Do you think about what you say at work? Alfonso Bucero certainly does. He presented at PMI Global Congress EMEA in Dublin recently on the subject of why we should choose our words carefully.
“During many years as a project manager, I was not conscious about the consequences of the words I used with my team members, customers and other stakeholders,” Bucero said. “Many times your words can have more power than you imagine. Your beliefs create your reality.”
He explained that people pick up on negative phrases and that this impacts how they feel about you and your project. Choosing the right words to create the right impression of your project can contribute to team morale and project success.
“You as a leader you cannot be negative in your sessions as you transmit negativity,” he said. “A leader achieves things in a positive way.”
8 Phrases to use
Bucero gave us a list of phrases to include in our communications:
- I made a mistake (This is recognising you made a mistake and showing you can learn from it)
- I can
- I believe
- I’ll respect
- Thank you, I appreciate it
- I want you (working in my team)
- I’m listening
- I need you (to collaborate)
“Thank you is an easy word, it’s low cost,” he added, “but it’s not used so much in project management. The key thing in my opinion for a project manager to do is to take care of people.” Saying thanks certainly helps with that.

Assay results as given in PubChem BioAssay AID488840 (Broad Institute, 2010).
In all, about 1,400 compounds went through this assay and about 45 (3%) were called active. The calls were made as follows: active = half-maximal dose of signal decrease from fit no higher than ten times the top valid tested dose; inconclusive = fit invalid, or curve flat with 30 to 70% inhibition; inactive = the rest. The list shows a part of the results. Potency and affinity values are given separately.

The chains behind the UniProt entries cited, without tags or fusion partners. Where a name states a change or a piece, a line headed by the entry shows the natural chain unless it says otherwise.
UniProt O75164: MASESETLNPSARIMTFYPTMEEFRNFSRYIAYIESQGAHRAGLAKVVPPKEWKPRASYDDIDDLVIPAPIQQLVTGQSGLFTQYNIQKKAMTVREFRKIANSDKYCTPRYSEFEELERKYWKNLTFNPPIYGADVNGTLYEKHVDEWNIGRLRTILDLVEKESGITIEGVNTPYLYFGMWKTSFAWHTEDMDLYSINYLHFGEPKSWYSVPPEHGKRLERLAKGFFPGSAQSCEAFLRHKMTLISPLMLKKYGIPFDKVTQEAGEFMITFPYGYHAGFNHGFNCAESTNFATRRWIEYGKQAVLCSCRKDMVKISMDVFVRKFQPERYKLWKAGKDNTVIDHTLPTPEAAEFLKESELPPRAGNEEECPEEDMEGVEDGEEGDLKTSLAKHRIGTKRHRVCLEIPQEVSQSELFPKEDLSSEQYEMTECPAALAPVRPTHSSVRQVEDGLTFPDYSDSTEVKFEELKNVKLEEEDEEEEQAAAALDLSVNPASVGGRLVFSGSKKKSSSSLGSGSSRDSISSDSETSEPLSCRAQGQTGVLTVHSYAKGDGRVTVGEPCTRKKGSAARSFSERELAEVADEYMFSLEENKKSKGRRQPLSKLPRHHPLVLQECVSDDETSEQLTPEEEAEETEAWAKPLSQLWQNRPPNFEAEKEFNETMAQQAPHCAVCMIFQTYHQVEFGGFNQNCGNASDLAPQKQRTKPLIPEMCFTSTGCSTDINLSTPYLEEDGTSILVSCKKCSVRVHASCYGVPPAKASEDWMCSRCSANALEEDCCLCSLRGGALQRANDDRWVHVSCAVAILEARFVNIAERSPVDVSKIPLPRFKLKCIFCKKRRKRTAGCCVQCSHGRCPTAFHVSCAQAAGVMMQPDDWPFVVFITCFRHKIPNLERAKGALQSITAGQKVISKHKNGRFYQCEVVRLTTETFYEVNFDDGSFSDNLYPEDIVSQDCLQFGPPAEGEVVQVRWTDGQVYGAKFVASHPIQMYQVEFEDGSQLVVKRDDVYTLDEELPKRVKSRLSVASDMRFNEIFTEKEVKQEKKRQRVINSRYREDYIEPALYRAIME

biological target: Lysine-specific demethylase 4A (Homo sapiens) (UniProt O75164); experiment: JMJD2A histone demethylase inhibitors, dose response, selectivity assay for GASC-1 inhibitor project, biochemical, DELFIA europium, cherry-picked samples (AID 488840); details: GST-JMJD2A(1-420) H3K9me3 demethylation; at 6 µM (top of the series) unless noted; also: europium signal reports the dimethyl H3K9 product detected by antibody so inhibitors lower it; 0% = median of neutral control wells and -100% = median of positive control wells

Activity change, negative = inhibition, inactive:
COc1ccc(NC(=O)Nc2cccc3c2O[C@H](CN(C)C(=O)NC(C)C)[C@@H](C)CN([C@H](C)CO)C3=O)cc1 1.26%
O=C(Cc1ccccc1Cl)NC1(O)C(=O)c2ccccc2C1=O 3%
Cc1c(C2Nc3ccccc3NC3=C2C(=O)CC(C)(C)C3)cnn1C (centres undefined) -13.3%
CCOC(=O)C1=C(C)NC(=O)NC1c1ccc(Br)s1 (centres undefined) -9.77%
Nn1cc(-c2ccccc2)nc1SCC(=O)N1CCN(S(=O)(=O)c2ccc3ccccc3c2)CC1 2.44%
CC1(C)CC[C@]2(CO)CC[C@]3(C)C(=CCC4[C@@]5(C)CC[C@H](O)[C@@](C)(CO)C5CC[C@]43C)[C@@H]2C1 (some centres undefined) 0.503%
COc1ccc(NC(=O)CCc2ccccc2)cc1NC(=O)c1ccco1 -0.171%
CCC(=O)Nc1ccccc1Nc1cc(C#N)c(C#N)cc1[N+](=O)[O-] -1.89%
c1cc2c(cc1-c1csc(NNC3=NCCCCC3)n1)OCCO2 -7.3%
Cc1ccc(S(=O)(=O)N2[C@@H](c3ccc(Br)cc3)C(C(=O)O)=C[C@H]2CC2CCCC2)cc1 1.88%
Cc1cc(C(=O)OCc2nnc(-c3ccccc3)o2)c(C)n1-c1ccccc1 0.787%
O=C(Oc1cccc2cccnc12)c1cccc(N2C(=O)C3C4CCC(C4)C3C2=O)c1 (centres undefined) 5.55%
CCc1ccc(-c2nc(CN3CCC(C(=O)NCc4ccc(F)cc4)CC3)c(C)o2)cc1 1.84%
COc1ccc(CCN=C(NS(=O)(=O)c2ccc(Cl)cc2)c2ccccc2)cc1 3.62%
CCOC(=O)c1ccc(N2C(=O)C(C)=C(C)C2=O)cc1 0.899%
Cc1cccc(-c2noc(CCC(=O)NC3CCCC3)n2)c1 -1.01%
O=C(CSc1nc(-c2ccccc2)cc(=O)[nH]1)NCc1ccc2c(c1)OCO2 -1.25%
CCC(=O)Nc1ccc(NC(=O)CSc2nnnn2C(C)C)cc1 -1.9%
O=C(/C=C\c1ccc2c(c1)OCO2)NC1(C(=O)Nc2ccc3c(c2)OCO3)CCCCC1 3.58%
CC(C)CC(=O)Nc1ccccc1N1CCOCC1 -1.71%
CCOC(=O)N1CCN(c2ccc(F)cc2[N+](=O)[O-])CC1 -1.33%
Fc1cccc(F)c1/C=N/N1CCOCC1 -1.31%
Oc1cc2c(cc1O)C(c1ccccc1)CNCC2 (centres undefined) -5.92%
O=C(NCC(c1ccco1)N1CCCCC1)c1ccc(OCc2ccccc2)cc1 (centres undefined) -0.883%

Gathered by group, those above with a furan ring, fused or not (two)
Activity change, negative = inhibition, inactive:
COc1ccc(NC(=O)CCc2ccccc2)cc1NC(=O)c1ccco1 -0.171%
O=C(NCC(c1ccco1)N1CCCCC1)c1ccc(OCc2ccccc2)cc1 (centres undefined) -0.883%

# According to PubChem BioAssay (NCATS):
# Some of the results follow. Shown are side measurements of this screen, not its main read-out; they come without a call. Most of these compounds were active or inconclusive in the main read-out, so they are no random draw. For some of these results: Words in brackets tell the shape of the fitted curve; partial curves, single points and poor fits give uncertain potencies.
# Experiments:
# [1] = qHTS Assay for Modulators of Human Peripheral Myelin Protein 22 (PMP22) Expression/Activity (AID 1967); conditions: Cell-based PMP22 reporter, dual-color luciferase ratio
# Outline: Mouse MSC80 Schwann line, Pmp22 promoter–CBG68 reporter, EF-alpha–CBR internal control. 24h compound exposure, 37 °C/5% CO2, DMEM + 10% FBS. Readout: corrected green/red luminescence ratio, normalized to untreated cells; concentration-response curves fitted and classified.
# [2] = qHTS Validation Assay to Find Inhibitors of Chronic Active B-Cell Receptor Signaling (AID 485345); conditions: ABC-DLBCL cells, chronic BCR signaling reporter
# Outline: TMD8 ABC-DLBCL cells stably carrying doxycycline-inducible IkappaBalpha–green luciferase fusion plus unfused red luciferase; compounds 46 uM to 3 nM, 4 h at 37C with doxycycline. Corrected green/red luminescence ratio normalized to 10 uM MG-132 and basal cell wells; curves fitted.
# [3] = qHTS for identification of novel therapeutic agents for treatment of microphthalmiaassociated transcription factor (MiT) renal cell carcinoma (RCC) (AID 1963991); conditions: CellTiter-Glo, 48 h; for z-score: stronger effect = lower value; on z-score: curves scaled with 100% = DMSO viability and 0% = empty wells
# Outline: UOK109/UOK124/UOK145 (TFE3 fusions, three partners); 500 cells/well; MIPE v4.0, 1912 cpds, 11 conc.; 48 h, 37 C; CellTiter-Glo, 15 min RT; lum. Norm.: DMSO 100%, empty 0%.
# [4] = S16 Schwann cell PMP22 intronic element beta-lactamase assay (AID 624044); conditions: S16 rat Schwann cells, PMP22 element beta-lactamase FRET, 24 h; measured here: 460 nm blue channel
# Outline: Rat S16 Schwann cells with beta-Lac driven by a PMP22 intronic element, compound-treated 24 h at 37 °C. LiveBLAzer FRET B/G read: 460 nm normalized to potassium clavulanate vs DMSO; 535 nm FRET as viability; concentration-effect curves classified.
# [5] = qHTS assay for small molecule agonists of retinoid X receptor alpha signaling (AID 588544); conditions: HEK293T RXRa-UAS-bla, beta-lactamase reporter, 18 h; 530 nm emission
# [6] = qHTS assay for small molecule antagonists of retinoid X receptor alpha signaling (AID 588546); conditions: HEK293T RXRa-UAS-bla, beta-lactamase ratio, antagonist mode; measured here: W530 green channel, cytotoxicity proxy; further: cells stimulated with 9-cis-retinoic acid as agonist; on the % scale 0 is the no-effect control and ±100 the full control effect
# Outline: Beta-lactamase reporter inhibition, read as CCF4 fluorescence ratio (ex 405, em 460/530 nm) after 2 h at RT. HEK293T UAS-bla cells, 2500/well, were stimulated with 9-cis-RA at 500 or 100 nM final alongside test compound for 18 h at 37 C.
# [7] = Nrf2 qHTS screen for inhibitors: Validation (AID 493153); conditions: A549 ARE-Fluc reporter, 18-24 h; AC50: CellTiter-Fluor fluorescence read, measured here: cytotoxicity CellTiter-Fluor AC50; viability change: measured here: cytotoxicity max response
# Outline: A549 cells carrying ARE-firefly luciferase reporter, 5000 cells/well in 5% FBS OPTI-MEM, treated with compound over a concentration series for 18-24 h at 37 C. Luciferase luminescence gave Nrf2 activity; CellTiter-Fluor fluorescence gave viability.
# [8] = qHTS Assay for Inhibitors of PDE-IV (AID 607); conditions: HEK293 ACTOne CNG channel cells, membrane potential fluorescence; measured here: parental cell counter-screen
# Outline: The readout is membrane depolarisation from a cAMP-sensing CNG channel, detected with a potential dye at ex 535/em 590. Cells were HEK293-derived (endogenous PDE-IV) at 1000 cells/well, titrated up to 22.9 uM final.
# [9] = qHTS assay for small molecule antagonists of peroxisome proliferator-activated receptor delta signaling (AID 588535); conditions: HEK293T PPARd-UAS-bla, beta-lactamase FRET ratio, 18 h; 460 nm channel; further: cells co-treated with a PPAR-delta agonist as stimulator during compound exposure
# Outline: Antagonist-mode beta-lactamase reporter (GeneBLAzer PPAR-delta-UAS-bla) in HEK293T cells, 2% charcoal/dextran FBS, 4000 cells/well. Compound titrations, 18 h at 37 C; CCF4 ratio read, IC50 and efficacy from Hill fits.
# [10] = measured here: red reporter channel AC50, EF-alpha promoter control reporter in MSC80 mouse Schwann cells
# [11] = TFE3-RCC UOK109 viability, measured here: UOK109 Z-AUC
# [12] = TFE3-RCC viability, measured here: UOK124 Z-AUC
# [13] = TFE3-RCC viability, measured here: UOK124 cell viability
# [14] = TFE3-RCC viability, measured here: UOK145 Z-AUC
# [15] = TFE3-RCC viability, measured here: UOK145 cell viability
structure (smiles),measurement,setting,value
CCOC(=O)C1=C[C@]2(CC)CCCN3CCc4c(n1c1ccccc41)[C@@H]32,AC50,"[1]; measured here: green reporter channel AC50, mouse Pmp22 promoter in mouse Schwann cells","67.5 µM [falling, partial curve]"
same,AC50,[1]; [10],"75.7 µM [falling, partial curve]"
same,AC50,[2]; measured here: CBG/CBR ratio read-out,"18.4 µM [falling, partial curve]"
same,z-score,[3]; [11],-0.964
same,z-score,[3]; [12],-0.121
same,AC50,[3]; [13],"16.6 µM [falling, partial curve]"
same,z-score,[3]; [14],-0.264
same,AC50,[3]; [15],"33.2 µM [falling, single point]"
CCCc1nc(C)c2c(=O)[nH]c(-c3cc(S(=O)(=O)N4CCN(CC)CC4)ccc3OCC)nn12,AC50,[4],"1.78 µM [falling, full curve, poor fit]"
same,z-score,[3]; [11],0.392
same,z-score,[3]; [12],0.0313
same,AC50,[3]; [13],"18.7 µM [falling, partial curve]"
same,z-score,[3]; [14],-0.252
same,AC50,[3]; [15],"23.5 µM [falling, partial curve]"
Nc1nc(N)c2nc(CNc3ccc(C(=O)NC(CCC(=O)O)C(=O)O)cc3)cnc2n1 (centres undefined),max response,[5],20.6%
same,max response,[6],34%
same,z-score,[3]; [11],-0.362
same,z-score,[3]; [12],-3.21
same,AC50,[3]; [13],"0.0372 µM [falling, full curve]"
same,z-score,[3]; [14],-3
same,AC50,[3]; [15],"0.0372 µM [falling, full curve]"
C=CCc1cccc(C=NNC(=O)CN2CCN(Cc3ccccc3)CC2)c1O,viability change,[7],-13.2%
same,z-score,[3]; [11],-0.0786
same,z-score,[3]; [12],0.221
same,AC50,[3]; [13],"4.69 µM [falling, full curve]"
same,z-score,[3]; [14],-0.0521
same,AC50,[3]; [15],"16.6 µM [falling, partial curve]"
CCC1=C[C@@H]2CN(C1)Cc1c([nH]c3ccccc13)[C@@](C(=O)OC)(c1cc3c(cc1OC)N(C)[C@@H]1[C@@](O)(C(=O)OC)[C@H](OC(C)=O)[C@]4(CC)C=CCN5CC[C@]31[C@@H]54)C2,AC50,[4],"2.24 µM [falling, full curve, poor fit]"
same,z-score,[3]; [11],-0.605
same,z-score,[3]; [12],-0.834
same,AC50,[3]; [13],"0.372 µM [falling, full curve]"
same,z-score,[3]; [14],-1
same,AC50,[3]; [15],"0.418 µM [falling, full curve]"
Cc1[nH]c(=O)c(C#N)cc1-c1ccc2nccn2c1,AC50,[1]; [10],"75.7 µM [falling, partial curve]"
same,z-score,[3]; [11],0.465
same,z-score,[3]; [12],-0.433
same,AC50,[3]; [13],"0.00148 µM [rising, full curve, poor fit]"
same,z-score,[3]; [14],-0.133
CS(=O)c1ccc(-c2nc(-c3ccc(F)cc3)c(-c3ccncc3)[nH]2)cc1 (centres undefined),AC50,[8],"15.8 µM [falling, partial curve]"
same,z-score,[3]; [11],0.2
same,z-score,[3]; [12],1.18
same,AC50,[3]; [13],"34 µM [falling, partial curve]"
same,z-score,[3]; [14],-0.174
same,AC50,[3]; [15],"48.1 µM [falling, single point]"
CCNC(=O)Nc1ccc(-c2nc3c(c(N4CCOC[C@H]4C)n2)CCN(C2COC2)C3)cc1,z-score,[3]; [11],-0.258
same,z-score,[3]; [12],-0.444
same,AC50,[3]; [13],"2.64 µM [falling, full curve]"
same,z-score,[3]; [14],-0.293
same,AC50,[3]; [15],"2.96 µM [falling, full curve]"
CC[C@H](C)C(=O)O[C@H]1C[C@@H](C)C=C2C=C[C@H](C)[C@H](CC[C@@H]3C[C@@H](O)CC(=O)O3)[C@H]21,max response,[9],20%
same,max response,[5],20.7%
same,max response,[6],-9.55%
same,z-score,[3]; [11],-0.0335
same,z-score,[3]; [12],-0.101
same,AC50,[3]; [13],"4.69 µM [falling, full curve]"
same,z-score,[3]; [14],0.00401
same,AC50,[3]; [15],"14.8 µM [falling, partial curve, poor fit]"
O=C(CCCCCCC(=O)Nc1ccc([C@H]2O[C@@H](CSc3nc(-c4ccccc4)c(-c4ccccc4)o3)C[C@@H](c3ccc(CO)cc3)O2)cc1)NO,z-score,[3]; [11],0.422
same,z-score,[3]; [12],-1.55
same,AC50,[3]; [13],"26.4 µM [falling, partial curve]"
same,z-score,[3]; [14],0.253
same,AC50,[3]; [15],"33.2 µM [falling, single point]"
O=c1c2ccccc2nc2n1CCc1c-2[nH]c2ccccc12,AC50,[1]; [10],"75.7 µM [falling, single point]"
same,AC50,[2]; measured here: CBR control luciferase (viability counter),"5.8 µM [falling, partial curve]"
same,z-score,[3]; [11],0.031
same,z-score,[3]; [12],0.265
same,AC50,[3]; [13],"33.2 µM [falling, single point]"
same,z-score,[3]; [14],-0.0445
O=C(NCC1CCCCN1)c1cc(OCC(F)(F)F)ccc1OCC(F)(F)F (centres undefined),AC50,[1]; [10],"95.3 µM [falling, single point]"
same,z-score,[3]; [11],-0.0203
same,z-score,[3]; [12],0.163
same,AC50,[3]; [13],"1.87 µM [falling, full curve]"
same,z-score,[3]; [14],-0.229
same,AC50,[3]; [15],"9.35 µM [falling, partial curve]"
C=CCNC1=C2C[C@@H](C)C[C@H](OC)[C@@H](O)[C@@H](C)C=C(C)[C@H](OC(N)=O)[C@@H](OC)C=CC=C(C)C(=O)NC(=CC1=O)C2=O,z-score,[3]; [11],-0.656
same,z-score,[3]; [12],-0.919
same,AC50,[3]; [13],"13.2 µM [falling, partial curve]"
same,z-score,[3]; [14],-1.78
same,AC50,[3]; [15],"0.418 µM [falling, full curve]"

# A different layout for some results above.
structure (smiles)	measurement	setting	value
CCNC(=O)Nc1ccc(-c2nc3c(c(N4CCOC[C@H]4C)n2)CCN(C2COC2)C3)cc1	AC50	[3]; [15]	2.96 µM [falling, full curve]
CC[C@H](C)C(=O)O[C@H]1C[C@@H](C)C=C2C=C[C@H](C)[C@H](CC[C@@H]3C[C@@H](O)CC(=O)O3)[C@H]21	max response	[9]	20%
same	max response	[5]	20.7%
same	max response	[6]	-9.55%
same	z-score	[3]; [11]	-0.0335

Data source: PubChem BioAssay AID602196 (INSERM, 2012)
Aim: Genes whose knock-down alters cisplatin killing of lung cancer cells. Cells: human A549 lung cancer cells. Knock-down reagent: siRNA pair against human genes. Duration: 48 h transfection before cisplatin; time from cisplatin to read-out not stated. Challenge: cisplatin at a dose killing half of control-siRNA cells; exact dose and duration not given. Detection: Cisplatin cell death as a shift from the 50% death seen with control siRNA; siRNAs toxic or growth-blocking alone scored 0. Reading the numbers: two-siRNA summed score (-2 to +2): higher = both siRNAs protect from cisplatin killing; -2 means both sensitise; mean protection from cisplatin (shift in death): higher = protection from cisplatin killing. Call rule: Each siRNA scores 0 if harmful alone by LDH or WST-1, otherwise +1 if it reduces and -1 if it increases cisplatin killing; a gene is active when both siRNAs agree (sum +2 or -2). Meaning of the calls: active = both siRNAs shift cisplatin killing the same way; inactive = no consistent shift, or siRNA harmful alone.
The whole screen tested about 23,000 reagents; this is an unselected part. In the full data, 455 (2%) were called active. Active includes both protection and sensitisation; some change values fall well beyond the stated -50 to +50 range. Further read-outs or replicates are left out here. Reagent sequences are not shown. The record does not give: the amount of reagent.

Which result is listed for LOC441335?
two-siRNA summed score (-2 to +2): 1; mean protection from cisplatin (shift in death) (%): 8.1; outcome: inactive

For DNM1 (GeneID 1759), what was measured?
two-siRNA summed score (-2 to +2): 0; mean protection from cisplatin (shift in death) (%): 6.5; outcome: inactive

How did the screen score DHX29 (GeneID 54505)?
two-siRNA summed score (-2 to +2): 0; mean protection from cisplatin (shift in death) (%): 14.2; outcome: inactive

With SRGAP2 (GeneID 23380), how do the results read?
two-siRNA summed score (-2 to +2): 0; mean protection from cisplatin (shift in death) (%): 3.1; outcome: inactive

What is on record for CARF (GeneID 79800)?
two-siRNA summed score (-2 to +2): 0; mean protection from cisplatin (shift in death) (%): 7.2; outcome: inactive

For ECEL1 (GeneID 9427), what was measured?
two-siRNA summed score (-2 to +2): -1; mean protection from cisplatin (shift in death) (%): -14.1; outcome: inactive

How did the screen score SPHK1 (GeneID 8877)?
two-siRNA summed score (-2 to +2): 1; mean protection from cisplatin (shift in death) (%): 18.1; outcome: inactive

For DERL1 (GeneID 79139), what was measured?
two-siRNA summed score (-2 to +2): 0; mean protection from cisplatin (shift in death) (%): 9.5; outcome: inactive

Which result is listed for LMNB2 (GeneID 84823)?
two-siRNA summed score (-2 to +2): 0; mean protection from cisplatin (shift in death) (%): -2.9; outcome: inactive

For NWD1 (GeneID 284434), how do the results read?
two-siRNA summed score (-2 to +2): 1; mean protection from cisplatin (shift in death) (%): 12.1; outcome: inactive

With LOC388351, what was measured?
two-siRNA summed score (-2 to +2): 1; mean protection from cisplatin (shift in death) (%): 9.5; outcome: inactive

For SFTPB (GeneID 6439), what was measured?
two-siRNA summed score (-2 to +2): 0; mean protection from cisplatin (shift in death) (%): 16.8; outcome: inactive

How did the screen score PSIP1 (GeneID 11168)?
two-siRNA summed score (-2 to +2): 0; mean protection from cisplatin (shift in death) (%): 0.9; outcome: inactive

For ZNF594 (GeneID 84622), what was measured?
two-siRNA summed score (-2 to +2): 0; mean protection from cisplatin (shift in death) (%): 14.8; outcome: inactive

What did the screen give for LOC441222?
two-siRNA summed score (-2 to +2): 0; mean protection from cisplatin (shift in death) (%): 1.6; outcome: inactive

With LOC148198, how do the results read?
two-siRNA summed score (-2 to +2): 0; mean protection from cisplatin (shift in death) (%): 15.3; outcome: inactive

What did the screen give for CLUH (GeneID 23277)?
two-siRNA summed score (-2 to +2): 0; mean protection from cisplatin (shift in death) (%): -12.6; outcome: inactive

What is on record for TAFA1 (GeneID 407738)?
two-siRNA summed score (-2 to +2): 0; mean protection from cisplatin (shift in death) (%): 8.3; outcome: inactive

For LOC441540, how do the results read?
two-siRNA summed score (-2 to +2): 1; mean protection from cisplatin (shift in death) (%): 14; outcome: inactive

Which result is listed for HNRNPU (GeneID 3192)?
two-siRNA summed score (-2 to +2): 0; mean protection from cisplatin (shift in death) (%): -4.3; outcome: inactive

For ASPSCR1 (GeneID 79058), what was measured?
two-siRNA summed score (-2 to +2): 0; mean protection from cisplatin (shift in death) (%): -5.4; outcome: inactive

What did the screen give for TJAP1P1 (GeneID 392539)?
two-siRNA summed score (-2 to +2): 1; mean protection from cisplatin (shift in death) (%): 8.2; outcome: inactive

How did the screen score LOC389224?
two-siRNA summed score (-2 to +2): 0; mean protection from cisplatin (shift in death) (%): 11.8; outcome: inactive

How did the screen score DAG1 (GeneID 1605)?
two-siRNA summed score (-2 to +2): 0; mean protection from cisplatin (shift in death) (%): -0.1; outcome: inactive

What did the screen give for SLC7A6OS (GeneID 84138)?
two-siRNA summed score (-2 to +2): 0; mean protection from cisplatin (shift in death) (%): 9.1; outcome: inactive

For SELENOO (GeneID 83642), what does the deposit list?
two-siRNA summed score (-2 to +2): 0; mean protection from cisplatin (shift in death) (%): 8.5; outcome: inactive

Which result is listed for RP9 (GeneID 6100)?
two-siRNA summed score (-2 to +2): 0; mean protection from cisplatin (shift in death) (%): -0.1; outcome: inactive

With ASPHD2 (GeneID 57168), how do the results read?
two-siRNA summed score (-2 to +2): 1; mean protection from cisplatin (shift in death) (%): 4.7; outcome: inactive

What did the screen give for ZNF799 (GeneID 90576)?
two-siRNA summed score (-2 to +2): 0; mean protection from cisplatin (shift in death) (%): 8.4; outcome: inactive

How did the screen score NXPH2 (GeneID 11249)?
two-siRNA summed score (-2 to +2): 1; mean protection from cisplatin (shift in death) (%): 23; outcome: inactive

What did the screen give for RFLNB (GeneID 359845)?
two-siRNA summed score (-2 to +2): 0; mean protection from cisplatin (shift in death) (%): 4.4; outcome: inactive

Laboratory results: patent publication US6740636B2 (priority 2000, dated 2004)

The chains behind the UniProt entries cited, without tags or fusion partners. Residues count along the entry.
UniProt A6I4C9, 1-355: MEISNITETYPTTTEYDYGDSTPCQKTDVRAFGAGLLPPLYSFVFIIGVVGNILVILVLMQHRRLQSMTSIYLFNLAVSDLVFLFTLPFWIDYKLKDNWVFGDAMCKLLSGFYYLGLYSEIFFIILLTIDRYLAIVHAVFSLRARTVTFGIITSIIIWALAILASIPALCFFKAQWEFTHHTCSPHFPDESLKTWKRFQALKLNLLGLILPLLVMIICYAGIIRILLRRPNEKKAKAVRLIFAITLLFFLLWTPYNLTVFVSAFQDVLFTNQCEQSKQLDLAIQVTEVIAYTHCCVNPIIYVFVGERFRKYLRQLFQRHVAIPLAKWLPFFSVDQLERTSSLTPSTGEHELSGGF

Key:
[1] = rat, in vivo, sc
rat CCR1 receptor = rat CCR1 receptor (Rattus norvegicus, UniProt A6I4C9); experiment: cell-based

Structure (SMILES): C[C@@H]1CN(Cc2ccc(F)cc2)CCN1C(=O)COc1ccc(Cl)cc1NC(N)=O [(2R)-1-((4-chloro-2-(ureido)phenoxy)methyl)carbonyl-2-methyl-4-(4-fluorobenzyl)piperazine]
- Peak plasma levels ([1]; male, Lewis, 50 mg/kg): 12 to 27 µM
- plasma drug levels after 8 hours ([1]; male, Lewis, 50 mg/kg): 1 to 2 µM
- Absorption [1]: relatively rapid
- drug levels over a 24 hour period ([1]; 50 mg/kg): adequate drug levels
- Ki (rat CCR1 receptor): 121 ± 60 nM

He didn’t talk about it explicitly in his presentation, but the inference was that being positive is not at all the same thing as lying about the status of your project. Even if you give or receive bad news, phrase your interactions with others in a positive way. In other words, don’t whinge at your colleagues. “Nobody cares about your problems as a leader,” he said. “They are your problems.”
Use language for accountability
“Sometimes the only way to move forward in life and to achieve an ambitious goal is to cut off all avenues of retreat,” Bucero said.
He used this technique when he was writing his first book. He wrote to his friends telling them that he was going to get thr book written by a certain date. By making his goals public, he created accountability for himself. Other people could hold him to account if he did not hit his deadline.
“If you can write down your particular commitment, you will be able to achieve it,” he said. “The human being has no limitations.”
Write down your project goals and make people accountable to them. You can also try this with team ground rules for how you are going to work together.
Watch your language
Non-verbal messages often contradict the verbal messages. Body language is important, Bucero said. “More than 65% of your communication is body language. In the Spanish culture it is absolutely needed, you need to use your hands and your eyes. But please, don’t contradict your verbal messages.”
“Remember that your words have much more power than you can imagine,” he said. “You cannot keep repeating negative words and expect to be a high achiever. It is up to you to speak in a way that will move you to what you want to achieve.”